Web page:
One easy tweak to your team's objectives that can get you promoted

It’s Annual Objectives Time – READ NOW!

Leadership Comments Off on It’s Annual Objectives Time – READ NOW!

This post is a reprise from last year. We are offering a special web seminar on this topic for your leadership team. Slots are limited. Schedule your informative leadership team discussion with Jim Canterucci between now and the end of January. Learn More.

It’s that time of year. You will spend most of this fall arm-wrestling over next year’s budget. The executive team goes to the mountain and tweaks the strategy. Next you have to actually make the strategy come to life by setting objectives for the coming year.

Additionally, in the next couple months you’ll look at how you did on the objectives you set last year at this time.

How are you doing on last year’s objectives? Will you meet them? Where does each member of your team stand? Why?

I’ve been around some organizations where objectives weren’t really that important. Objectives are only created because Human Resources requires it and we manage the way we manage. Business as usual. Does your organization fit into that bucket?

I don’t like to do something just because “it’s the way we’ve always done it even though it serves no purpose” and I know you don’t either.

The process of setting objectives throughout the organization can be an extremely powerful leadership tool. While actually meeting objectives, a great deal of culture setting can occur.

There is one crucial point however to make about setting objectives that we find often gets missed.

If we in fact really use objectives as a leadership tool designed to get us to the growth targets called for by the strategy then we have to be thinking like a change leader.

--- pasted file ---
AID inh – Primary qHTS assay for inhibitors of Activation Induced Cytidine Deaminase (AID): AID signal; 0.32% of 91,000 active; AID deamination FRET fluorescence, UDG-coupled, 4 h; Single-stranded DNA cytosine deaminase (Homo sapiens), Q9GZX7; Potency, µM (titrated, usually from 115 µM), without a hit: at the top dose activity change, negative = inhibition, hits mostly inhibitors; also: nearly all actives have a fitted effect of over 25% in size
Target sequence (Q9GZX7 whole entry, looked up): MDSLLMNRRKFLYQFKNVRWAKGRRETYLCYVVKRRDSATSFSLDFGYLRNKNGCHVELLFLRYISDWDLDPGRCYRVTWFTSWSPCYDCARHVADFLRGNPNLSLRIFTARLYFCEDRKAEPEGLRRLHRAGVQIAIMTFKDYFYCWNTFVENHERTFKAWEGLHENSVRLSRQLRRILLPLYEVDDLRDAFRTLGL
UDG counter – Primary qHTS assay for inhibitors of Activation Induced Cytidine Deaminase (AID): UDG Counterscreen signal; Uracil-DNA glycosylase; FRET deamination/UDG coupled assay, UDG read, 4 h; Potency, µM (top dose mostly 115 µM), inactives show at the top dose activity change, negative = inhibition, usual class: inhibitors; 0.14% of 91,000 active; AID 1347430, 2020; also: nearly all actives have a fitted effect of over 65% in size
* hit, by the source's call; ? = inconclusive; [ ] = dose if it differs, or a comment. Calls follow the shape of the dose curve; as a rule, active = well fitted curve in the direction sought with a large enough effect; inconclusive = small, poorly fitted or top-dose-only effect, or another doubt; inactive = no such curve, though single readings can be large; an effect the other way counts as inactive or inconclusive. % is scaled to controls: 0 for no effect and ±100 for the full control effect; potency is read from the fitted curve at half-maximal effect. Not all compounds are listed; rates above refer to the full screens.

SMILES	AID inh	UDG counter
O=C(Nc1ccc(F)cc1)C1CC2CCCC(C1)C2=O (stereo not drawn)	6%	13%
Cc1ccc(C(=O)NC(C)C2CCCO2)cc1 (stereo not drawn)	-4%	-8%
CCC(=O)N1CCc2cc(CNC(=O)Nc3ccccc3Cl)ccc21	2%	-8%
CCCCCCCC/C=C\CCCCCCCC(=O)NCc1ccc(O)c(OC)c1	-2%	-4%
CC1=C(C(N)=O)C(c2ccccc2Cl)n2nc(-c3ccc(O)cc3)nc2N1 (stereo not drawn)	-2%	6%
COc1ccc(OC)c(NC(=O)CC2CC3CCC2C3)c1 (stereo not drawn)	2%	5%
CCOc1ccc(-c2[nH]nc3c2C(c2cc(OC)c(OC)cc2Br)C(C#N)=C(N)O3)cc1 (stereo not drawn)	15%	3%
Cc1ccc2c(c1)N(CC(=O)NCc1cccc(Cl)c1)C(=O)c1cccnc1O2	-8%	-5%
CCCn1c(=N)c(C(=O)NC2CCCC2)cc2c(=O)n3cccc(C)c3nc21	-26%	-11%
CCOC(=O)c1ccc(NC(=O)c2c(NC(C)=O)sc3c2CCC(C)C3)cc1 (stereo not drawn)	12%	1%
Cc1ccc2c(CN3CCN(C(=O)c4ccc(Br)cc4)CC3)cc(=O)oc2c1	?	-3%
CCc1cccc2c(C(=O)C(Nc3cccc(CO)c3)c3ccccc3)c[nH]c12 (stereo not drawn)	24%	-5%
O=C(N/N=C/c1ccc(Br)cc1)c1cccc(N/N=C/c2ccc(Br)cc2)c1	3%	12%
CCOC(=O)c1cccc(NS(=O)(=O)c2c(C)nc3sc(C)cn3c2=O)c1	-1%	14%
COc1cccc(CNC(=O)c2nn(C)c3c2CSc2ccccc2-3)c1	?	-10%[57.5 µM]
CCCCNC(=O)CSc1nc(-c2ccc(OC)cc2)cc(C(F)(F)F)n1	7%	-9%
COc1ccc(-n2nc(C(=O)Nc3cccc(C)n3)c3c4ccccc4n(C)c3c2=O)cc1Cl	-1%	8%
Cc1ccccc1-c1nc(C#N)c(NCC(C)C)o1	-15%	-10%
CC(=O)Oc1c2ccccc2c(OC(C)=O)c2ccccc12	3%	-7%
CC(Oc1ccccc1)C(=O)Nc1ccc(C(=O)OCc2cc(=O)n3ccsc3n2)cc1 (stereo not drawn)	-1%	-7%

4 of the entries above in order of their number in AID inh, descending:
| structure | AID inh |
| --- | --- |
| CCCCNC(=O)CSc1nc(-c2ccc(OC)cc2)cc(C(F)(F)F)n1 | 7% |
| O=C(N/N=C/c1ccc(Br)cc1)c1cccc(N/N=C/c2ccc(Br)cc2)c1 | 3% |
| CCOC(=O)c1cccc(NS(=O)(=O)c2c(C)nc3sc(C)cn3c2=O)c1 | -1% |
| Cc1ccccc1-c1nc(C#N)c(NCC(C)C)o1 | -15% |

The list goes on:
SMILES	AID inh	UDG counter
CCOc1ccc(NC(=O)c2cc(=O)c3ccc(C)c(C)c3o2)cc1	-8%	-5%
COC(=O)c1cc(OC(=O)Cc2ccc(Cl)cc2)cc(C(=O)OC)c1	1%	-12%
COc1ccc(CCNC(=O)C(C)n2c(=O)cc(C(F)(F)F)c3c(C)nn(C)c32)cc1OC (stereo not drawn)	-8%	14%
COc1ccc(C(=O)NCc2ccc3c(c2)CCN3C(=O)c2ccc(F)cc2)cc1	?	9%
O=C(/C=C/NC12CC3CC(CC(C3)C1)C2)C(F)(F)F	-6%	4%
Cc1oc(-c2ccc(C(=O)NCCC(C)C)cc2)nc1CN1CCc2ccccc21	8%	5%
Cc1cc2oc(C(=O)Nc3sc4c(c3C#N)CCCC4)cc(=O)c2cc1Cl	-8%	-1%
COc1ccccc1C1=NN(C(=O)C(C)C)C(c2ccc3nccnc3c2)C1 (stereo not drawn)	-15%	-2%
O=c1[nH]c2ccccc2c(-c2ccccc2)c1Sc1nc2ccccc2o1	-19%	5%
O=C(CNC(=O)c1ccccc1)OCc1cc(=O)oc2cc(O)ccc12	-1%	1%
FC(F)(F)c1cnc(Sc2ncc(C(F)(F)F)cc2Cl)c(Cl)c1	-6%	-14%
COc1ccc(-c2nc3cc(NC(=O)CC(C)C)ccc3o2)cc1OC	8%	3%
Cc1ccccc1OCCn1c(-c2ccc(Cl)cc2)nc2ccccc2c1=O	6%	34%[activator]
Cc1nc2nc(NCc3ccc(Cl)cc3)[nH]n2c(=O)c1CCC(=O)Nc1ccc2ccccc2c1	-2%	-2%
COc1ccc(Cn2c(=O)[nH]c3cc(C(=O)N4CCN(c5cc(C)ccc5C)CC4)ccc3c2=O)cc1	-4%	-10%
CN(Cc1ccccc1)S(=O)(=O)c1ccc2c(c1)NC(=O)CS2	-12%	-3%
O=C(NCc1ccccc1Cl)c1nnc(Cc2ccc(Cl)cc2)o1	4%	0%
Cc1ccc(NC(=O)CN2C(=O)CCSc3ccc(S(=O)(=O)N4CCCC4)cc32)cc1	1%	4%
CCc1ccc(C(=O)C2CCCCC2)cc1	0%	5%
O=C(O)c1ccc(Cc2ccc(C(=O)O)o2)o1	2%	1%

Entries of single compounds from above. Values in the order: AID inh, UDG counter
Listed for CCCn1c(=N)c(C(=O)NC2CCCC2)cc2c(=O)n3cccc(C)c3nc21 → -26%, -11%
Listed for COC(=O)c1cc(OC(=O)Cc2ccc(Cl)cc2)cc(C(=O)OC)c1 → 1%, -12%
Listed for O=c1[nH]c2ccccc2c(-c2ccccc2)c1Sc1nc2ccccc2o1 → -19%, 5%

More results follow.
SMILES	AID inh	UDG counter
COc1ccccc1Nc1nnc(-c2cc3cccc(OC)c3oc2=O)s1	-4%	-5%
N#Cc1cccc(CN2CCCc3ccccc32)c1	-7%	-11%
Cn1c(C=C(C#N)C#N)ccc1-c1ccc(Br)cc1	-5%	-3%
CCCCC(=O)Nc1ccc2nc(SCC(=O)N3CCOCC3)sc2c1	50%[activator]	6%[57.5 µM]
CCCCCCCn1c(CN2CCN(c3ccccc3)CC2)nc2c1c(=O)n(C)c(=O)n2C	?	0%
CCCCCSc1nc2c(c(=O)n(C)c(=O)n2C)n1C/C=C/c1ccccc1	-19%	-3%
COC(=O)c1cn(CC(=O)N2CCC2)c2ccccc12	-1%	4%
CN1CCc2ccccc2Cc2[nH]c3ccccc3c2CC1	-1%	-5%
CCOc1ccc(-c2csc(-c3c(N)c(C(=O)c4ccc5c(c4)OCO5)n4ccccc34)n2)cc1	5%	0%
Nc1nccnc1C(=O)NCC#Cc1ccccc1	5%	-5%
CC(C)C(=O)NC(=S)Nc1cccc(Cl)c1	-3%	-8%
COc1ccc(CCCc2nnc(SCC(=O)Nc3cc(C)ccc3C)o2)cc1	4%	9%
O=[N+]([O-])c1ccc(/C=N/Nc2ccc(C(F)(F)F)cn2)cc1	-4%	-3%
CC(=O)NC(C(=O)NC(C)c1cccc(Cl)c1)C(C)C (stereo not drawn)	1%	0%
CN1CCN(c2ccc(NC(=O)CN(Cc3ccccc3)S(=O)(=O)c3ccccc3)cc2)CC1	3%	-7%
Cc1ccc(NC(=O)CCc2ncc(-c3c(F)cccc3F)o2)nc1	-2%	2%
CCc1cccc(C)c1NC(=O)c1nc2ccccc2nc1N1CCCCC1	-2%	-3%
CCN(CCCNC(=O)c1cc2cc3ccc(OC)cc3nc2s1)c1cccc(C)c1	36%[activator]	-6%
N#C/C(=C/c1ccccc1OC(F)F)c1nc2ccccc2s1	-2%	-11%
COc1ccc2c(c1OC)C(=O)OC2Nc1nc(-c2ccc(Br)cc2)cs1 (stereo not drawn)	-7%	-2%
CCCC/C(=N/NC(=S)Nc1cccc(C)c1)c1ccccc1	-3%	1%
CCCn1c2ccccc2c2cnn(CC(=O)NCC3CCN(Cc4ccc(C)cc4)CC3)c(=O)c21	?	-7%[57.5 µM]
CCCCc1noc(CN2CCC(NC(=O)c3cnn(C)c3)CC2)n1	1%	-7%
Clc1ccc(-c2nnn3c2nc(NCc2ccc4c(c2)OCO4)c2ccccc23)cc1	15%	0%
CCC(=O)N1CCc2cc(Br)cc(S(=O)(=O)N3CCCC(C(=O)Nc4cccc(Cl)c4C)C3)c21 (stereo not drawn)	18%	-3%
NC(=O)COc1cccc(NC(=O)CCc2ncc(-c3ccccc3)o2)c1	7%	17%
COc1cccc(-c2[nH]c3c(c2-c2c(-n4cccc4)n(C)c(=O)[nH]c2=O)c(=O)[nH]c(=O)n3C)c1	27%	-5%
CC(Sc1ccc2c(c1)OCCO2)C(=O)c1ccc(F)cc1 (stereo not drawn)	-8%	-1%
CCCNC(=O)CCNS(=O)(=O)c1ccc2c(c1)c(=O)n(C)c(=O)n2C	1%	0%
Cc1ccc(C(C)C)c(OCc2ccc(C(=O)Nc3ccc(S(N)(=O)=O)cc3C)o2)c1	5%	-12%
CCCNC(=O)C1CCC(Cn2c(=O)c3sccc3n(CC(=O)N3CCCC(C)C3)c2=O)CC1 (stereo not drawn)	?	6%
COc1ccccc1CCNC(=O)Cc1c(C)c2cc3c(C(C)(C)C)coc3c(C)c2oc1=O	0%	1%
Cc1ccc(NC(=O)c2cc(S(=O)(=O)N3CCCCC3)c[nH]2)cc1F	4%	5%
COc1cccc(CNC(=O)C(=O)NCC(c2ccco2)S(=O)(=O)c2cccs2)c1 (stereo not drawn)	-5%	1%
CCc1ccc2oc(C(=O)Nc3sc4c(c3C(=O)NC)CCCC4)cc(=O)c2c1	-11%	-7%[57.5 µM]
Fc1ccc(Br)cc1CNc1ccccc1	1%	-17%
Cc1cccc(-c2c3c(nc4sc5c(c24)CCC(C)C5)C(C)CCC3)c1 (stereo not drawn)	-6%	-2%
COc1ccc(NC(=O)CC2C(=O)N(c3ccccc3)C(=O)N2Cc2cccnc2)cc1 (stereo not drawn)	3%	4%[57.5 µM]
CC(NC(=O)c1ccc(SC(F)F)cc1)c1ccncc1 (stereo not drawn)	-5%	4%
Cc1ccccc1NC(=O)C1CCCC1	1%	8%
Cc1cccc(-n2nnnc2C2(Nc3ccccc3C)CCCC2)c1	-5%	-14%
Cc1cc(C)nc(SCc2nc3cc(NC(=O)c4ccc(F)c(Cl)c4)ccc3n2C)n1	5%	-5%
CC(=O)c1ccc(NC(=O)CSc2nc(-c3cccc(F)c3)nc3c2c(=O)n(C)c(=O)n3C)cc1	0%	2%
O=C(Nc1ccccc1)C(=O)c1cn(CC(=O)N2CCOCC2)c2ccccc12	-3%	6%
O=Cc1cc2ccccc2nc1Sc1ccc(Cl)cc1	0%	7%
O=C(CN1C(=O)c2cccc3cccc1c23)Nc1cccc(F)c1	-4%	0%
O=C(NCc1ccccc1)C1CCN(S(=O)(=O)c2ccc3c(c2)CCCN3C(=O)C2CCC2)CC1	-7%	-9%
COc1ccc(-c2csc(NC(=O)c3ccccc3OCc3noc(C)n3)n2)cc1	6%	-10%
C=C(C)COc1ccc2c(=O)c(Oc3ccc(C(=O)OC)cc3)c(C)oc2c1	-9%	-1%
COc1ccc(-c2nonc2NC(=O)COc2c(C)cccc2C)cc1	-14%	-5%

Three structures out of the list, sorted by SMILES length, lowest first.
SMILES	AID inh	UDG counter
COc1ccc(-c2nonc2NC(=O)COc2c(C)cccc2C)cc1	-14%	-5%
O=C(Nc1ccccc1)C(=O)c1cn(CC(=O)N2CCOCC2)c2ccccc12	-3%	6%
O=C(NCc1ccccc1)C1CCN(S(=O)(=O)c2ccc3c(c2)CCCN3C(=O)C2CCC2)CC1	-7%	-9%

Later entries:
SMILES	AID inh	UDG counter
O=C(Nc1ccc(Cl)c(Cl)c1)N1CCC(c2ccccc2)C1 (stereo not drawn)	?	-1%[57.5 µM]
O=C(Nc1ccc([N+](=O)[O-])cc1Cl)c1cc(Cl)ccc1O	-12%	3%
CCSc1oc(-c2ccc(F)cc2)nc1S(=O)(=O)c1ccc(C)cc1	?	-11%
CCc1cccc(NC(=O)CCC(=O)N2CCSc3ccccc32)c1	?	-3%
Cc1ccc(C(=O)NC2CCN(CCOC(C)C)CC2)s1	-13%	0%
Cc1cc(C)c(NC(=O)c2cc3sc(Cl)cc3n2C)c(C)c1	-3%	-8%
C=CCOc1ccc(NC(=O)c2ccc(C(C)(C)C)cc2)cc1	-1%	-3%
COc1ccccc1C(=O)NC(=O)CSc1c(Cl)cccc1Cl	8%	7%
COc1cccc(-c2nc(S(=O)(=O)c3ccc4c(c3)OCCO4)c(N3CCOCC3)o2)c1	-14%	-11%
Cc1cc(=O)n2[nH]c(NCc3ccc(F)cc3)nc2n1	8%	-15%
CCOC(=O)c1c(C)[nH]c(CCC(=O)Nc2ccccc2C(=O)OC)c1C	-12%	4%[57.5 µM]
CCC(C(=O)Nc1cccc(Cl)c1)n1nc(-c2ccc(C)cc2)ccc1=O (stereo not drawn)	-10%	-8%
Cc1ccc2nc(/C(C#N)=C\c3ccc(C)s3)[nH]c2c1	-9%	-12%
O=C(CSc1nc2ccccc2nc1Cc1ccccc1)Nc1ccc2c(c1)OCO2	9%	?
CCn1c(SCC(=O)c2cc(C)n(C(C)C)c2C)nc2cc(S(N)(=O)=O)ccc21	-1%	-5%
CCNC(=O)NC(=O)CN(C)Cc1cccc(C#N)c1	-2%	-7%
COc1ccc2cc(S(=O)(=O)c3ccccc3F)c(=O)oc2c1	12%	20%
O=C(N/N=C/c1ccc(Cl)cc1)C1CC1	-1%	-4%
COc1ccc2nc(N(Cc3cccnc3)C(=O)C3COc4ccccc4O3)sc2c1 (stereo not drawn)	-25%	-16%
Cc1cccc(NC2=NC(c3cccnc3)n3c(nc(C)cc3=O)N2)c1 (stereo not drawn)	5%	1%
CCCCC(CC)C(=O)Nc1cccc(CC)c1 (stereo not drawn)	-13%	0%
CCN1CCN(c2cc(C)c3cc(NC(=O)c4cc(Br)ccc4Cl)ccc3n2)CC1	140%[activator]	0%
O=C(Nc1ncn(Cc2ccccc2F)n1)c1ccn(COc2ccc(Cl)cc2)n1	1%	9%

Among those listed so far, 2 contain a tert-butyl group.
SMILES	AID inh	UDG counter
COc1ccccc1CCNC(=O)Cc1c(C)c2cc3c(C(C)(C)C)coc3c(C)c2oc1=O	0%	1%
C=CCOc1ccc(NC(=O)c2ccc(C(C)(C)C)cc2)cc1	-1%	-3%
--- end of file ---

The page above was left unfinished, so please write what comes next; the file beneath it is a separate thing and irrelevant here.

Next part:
Whether we are setting objectives for growth or even for targeted shrinkage we are basically saying that this year must be different than last year. So, we are, in effect, saying that behavior of individual people must be different than last year – CHANGE.

What are the chances of that behavior changing if these changes aren’t explicitly included in each person’s objectives, in the objectives of their managers, and coached at every opportunity?

In other words what are the chances that at the end of this year you will actually meet your strategic targets?

To do:

  • For each objective, identify what the individual must do differently this year in order to achieve the objective.
  • For each objective, identify what the manager must do differently this year in order to achieve the objective.
  • Discuss the progress on the changes being made constantly through the year.

Meeting objectives tied to strategy is critical to sustainable growth and success. Being the leader who achieves and exceeds objectives gets you promoted!

Reserve your team leadership session on Setting Objectives. Click to learn more.

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On September 15, 2015
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